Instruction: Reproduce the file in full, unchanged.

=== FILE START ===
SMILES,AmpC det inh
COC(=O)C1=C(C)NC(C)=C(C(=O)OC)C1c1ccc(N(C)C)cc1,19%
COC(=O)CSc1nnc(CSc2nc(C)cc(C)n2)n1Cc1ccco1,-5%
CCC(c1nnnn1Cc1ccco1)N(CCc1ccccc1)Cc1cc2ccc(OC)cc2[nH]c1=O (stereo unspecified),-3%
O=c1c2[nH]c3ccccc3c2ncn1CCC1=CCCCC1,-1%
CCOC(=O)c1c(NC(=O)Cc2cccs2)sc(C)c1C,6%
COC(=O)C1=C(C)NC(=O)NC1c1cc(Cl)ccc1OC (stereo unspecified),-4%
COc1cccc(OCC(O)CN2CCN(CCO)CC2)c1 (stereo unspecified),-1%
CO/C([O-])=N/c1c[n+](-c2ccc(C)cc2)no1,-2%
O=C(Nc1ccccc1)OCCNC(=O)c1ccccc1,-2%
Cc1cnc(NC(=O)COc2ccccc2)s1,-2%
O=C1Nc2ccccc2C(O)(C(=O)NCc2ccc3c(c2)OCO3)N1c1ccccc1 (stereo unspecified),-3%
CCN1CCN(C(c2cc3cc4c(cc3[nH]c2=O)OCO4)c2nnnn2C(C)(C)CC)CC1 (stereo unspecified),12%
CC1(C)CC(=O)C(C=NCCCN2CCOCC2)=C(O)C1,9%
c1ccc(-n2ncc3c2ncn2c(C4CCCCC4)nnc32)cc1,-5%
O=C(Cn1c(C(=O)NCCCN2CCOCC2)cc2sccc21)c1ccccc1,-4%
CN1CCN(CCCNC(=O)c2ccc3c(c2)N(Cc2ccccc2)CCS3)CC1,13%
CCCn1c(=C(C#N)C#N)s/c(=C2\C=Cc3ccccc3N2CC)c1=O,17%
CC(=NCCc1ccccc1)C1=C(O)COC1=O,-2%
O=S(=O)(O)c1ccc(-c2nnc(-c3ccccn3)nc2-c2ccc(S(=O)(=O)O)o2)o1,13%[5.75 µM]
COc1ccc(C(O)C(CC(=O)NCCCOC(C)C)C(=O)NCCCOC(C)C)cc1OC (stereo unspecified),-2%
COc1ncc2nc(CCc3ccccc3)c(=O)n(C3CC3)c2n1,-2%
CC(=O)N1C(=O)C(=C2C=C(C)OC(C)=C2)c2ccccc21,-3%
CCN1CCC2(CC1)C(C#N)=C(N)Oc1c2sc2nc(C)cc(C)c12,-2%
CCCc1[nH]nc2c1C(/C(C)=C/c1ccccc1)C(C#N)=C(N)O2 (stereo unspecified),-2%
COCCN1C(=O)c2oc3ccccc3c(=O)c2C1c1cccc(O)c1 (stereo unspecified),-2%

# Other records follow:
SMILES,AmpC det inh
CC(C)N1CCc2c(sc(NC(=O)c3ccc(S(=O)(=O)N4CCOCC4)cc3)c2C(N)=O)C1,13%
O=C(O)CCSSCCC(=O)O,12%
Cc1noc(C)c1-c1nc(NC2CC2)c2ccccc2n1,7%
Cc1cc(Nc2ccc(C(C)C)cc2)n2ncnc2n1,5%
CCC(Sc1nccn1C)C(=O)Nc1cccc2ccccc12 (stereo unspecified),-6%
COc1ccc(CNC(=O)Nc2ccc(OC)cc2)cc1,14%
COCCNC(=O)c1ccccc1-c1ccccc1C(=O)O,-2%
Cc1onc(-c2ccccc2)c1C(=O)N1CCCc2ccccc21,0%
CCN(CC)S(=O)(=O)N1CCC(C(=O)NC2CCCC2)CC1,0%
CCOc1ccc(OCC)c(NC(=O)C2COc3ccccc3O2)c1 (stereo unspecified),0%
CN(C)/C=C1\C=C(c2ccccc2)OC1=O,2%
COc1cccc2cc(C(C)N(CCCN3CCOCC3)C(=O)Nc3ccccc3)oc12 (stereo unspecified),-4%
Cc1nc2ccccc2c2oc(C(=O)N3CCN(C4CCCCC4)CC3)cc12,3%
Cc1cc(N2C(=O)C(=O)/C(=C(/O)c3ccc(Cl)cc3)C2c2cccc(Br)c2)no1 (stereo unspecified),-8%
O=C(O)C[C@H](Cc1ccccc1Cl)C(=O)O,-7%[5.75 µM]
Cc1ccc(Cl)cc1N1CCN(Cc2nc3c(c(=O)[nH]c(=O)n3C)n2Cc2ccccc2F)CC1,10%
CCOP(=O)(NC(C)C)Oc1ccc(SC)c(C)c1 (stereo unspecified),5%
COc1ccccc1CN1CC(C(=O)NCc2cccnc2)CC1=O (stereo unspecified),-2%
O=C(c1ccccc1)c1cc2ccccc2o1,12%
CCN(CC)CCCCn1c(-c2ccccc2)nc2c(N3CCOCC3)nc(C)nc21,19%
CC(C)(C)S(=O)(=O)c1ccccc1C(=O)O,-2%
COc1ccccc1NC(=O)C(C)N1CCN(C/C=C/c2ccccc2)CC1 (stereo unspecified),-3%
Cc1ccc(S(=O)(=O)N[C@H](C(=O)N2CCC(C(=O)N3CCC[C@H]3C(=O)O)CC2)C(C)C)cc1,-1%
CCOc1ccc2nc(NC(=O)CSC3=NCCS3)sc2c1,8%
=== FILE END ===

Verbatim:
SMILES,AmpC det inh
COC(=O)C1=C(C)NC(C)=C(C(=O)OC)C1c1ccc(N(C)C)cc1,19%
COC(=O)CSc1nnc(CSc2nc(C)cc(C)n2)n1Cc1ccco1,-5%
CCC(c1nnnn1Cc1ccco1)N(CCc1ccccc1)Cc1cc2ccc(OC)cc2[nH]c1=O (stereo unspecified),-3%
O=c1c2[nH]c3ccccc3c2ncn1CCC1=CCCCC1,-1%
CCOC(=O)c1c(NC(=O)Cc2cccs2)sc(C)c1C,6%
COC(=O)C1=C(C)NC(=O)NC1c1cc(Cl)ccc1OC (stereo unspecified),-4%
COc1cccc(OCC(O)CN2CCN(CCO)CC2)c1 (stereo unspecified),-1%
CO/C([O-])=N/c1c[n+](-c2ccc(C)cc2)no1,-2%
O=C(Nc1ccccc1)OCCNC(=O)c1ccccc1,-2%
Cc1cnc(NC(=O)COc2ccccc2)s1,-2%
O=C1Nc2ccccc2C(O)(C(=O)NCc2ccc3c(c2)OCO3)N1c1ccccc1 (stereo unspecified),-3%
CCN1CCN(C(c2cc3cc4c(cc3[nH]c2=O)OCO4)c2nnnn2C(C)(C)CC)CC1 (stereo unspecified),12%
CC1(C)CC(=O)C(C=NCCCN2CCOCC2)=C(O)C1,9%
c1ccc(-n2ncc3c2ncn2c(C4CCCCC4)nnc32)cc1,-5%
O=C(Cn1c(C(=O)NCCCN2CCOCC2)cc2sccc21)c1ccccc1,-4%
CN1CCN(CCCNC(=O)c2ccc3c(c2)N(Cc2ccccc2)CCS3)CC1,13%
CCCn1c(=C(C#N)C#N)s/c(=C2\C=Cc3ccccc3N2CC)c1=O,17%
CC(=NCCc1ccccc1)C1=C(O)COC1=O,-2%
O=S(=O)(O)c1ccc(-c2nnc(-c3ccccn3)nc2-c2ccc(S(=O)(=O)O)o2)o1,13%[5.75 µM]
COc1ccc(C(O)C(CC(=O)NCCCOC(C)C)C(=O)NCCCOC(C)C)cc1OC (stereo unspecified),-2%
COc1ncc2nc(CCc3ccccc3)c(=O)n(C3CC3)c2n1,-2%
CC(=O)N1C(=O)C(=C2C=C(C)OC(C)=C2)c2ccccc21,-3%
CCN1CCC2(CC1)C(C#N)=C(N)Oc1c2sc2nc(C)cc(C)c12,-2%
CCCc1[nH]nc2c1C(/C(C)=C/c1ccccc1)C(C#N)=C(N)O2 (stereo unspecified),-2%
COCCN1C(=O)c2oc3ccccc3c(=O)c2C1c1cccc(O)c1 (stereo unspecified),-2%

# Other records follow:
SMILES,AmpC det inh
CC(C)N1CCc2c(sc(NC(=O)c3ccc(S(=O)(=O)N4CCOCC4)cc3)c2C(N)=O)C1,13%
O=C(O)CCSSCCC(=O)O,12%
Cc1noc(C)c1-c1nc(NC2CC2)c2ccccc2n1,7%
Cc1cc(Nc2ccc(C(C)C)cc2)n2ncnc2n1,5%
CCC(Sc1nccn1C)C(=O)Nc1cccc2ccccc12 (stereo unspecified),-6%
COc1ccc(CNC(=O)Nc2ccc(OC)cc2)cc1,14%
COCCNC(=O)c1ccccc1-c1ccccc1C(=O)O,-2%
Cc1onc(-c2ccccc2)c1C(=O)N1CCCc2ccccc21,0%
CCN(CC)S(=O)(=O)N1CCC(C(=O)NC2CCCC2)CC1,0%
CCOc1ccc(OCC)c(NC(=O)C2COc3ccccc3O2)c1 (stereo unspecified),0%
CN(C)/C=C1\C=C(c2ccccc2)OC1=O,2%
COc1cccc2cc(C(C)N(CCCN3CCOCC3)C(=O)Nc3ccccc3)oc12 (stereo unspecified),-4%
Cc1nc2ccccc2c2oc(C(=O)N3CCN(C4CCCCC4)CC3)cc12,3%
Cc1cc(N2C(=O)C(=O)/C(=C(/O)c3ccc(Cl)cc3)C2c2cccc(Br)c2)no1 (stereo unspecified),-8%
O=C(O)C[C@H](Cc1ccccc1Cl)C(=O)O,-7%[5.75 µM]
Cc1ccc(Cl)cc1N1CCN(Cc2nc3c(c(=O)[nH]c(=O)n3C)n2Cc2ccccc2F)CC1,10%
CCOP(=O)(NC(C)C)Oc1ccc(SC)c(C)c1 (stereo unspecified),5%
COc1ccccc1CN1CC(C(=O)NCc2cccnc2)CC1=O (stereo unspecified),-2%
O=C(c1ccccc1)c1cc2ccccc2o1,12%
CCN(CC)CCCCn1c(-c2ccccc2)nc2c(N3CCOCC3)nc(C)nc21,19%
CC(C)(C)S(=O)(=O)c1ccccc1C(=O)O,-2%
COc1ccccc1NC(=O)C(C)N1CCN(C/C=C/c2ccccc2)CC1 (stereo unspecified),-3%
Cc1ccc(S(=O)(=O)N[C@H](C(=O)N2CCC(C(=O)N3CCC[C@H]3C(=O)O)CC2)C(C)C)cc1,-1%
CCOc1ccc2nc(NC(=O)CSC3=NCCS3)sc2c1,8%